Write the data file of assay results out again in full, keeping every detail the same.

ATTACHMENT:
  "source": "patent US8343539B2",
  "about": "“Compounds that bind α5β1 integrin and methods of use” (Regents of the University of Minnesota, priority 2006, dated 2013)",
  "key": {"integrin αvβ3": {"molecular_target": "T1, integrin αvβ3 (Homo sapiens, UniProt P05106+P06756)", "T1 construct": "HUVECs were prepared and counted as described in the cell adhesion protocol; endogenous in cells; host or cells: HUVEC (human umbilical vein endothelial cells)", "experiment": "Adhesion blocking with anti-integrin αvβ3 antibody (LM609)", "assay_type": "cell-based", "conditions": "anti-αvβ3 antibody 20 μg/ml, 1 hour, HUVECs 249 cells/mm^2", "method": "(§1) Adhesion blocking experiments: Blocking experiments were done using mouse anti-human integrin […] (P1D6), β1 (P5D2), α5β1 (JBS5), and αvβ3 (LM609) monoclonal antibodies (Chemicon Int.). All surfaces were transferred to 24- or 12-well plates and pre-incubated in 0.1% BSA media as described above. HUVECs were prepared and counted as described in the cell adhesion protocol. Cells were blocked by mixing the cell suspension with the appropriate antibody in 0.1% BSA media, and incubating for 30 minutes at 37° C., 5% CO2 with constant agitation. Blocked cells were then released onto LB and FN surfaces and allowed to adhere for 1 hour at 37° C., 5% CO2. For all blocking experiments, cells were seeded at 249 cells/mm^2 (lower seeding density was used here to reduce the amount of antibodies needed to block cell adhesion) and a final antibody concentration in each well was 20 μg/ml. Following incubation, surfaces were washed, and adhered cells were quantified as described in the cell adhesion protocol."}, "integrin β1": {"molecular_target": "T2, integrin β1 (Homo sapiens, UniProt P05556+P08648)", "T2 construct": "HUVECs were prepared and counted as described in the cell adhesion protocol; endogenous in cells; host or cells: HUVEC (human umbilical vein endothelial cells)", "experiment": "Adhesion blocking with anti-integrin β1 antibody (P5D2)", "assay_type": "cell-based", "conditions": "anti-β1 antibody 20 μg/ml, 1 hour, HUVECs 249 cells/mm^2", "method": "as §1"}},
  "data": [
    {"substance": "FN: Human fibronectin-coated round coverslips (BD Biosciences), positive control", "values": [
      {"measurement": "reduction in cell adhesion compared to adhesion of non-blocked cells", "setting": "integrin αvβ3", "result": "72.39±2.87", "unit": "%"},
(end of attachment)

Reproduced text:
  "source": "patent US8343539B2",
  "about": "“Compounds that bind α5β1 integrin and methods of use” (Regents of the University of Minnesota, priority 2006, dated 2013)",
  "key": {"integrin αvβ3": {"molecular_target": "T1, integrin αvβ3 (Homo sapiens, UniProt P05106+P06756)", "T1 construct": "HUVECs were prepared and counted as described in the cell adhesion protocol; endogenous in cells; host or cells: HUVEC (human umbilical vein endothelial cells)", "experiment": "Adhesion blocking with anti-integrin αvβ3 antibody (LM609)", "assay_type": "cell-based", "conditions": "anti-αvβ3 antibody 20 μg/ml, 1 hour, HUVECs 249 cells/mm^2", "method": "(§1) Adhesion blocking experiments: Blocking experiments were done using mouse anti-human integrin […] (P1D6), β1 (P5D2), α5β1 (JBS5), and αvβ3 (LM609) monoclonal antibodies (Chemicon Int.). All surfaces were transferred to 24- or 12-well plates and pre-incubated in 0.1% BSA media as described above. HUVECs were prepared and counted as described in the cell adhesion protocol. Cells were blocked by mixing the cell suspension with the appropriate antibody in 0.1% BSA media, and incubating for 30 minutes at 37° C., 5% CO2 with constant agitation. Blocked cells were then released onto LB and FN surfaces and allowed to adhere for 1 hour at 37° C., 5% CO2. For all blocking experiments, cells were seeded at 249 cells/mm^2 (lower seeding density was used here to reduce the amount of antibodies needed to block cell adhesion) and a final antibody concentration in each well was 20 μg/ml. Following incubation, surfaces were washed, and adhered cells were quantified as described in the cell adhesion protocol."}, "integrin β1": {"molecular_target": "T2, integrin β1 (Homo sapiens, UniProt P05556+P08648)", "T2 construct": "HUVECs were prepared and counted as described in the cell adhesion protocol; endogenous in cells; host or cells: HUVEC (human umbilical vein endothelial cells)", "experiment": "Adhesion blocking with anti-integrin β1 antibody (P5D2)", "assay_type": "cell-based", "conditions": "anti-β1 antibody 20 μg/ml, 1 hour, HUVECs 249 cells/mm^2", "method": "as §1"}},
  "data": [
    {"substance": "FN: Human fibronectin-coated round coverslips (BD Biosciences), positive control", "values": [
      {"measurement": "reduction in cell adhesion compared to adhesion of non-blocked cells", "setting": "integrin αvβ3", "result": "72.39±2.87", "unit": "%"},